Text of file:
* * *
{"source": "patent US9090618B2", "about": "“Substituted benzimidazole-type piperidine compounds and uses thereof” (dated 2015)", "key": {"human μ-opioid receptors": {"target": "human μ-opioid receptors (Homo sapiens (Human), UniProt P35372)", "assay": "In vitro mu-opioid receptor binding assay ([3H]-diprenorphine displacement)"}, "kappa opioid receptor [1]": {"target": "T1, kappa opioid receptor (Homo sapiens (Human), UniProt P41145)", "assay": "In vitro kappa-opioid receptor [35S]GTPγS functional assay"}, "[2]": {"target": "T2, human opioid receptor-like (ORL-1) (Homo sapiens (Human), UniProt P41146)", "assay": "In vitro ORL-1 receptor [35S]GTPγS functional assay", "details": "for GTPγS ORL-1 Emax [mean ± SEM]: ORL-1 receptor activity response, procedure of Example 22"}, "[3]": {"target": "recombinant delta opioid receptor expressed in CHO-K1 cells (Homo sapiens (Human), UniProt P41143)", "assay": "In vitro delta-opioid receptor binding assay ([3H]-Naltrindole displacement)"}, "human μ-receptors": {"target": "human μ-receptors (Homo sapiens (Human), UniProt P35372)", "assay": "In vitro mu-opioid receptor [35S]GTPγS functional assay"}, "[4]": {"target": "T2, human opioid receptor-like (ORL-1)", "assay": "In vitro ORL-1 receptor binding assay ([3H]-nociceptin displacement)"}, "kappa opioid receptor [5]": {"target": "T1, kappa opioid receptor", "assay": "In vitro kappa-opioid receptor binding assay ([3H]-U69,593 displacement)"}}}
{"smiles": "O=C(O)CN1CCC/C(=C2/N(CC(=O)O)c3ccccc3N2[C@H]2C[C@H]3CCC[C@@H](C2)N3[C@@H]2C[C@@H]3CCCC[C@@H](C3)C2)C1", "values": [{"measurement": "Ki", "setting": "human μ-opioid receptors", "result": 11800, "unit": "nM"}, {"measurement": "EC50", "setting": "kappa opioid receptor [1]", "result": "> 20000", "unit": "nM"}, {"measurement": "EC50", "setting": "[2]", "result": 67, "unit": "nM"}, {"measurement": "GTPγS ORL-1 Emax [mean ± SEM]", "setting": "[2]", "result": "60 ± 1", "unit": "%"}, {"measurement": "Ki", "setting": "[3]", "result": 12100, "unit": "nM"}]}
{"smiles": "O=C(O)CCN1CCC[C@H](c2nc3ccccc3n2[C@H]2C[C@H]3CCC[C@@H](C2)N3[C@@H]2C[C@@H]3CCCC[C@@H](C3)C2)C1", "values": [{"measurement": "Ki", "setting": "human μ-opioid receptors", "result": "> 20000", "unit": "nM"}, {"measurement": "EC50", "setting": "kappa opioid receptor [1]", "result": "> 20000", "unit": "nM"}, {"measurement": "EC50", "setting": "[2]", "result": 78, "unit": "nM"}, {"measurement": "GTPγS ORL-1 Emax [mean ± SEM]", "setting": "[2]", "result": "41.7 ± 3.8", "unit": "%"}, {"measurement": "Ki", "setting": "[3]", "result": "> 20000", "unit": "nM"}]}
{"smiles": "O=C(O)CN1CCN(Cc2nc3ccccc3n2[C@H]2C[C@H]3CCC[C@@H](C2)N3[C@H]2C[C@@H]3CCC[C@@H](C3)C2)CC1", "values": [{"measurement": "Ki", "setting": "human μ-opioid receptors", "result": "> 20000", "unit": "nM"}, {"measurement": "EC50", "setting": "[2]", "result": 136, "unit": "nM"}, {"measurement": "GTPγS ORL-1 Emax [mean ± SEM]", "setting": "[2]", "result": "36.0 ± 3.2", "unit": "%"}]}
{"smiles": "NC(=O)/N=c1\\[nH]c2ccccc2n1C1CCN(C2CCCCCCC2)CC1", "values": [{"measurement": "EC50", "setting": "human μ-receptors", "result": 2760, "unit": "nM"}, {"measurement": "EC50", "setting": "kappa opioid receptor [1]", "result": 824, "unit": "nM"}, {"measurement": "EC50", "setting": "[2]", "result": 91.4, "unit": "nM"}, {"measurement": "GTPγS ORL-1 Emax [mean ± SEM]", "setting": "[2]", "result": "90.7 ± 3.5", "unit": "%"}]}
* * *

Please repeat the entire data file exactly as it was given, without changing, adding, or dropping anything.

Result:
{"source": "patent US9090618B2", "about": "“Substituted benzimidazole-type piperidine compounds and uses thereof” (dated 2015)", "key": {"human μ-opioid receptors": {"target": "human μ-opioid receptors (Homo sapiens (Human), UniProt P35372)", "assay": "In vitro mu-opioid receptor binding assay ([3H]-diprenorphine displacement)"}, "kappa opioid receptor [1]": {"target": "T1, kappa opioid receptor (Homo sapiens (Human), UniProt P41145)", "assay": "In vitro kappa-opioid receptor [35S]GTPγS functional assay"}, "[2]": {"target": "T2, human opioid receptor-like (ORL-1) (Homo sapiens (Human), UniProt P41146)", "assay": "In vitro ORL-1 receptor [35S]GTPγS functional assay", "details": "for GTPγS ORL-1 Emax [mean ± SEM]: ORL-1 receptor activity response, procedure of Example 22"}, "[3]": {"target": "recombinant delta opioid receptor expressed in CHO-K1 cells (Homo sapiens (Human), UniProt P41143)", "assay": "In vitro delta-opioid receptor binding assay ([3H]-Naltrindole displacement)"}, "human μ-receptors": {"target": "human μ-receptors (Homo sapiens (Human), UniProt P35372)", "assay": "In vitro mu-opioid receptor [35S]GTPγS functional assay"}, "[4]": {"target": "T2, human opioid receptor-like (ORL-1)", "assay": "In vitro ORL-1 receptor binding assay ([3H]-nociceptin displacement)"}, "kappa opioid receptor [5]": {"target": "T1, kappa opioid receptor", "assay": "In vitro kappa-opioid receptor binding assay ([3H]-U69,593 displacement)"}}}
{"smiles": "O=C(O)CN1CCC/C(=C2/N(CC(=O)O)c3ccccc3N2[C@H]2C[C@H]3CCC[C@@H](C2)N3[C@@H]2C[C@@H]3CCCC[C@@H](C3)C2)C1", "values": [{"measurement": "Ki", "setting": "human μ-opioid receptors", "result": 11800, "unit": "nM"}, {"measurement": "EC50", "setting": "kappa opioid receptor [1]", "result": "> 20000", "unit": "nM"}, {"measurement": "EC50", "setting": "[2]", "result": 67, "unit": "nM"}, {"measurement": "GTPγS ORL-1 Emax [mean ± SEM]", "setting": "[2]", "result": "60 ± 1", "unit": "%"}, {"measurement": "Ki", "setting": "[3]", "result": 12100, "unit": "nM"}]}
{"smiles": "O=C(O)CCN1CCC[C@H](c2nc3ccccc3n2[C@H]2C[C@H]3CCC[C@@H](C2)N3[C@@H]2C[C@@H]3CCCC[C@@H](C3)C2)C1", "values": [{"measurement": "Ki", "setting": "human μ-opioid receptors", "result": "> 20000", "unit": "nM"}, {"measurement": "EC50", "setting": "kappa opioid receptor [1]", "result": "> 20000", "unit": "nM"}, {"measurement": "EC50", "setting": "[2]", "result": 78, "unit": "nM"}, {"measurement": "GTPγS ORL-1 Emax [mean ± SEM]", "setting": "[2]", "result": "41.7 ± 3.8", "unit": "%"}, {"measurement": "Ki", "setting": "[3]", "result": "> 20000", "unit": "nM"}]}
{"smiles": "O=C(O)CN1CCN(Cc2nc3ccccc3n2[C@H]2C[C@H]3CCC[C@@H](C2)N3[C@H]2C[C@@H]3CCC[C@@H](C3)C2)CC1", "values": [{"measurement": "Ki", "setting": "human μ-opioid receptors", "result": "> 20000", "unit": "nM"}, {"measurement": "EC50", "setting": "[2]", "result": 136, "unit": "nM"}, {"measurement": "GTPγS ORL-1 Emax [mean ± SEM]", "setting": "[2]", "result": "36.0 ± 3.2", "unit": "%"}]}
{"smiles": "NC(=O)/N=c1\\[nH]c2ccccc2n1C1CCN(C2CCCCCCC2)CC1", "values": [{"measurement": "EC50", "setting": "human μ-receptors", "result": 2760, "unit": "nM"}, {"measurement": "EC50", "setting": "kappa opioid receptor [1]", "result": 824, "unit": "nM"}, {"measurement": "EC50", "setting": "[2]", "result": 91.4, "unit": "nM"}, {"measurement": "GTPγS ORL-1 Emax [mean ± SEM]", "setting": "[2]", "result": "90.7 ± 3.5", "unit": "%"}]}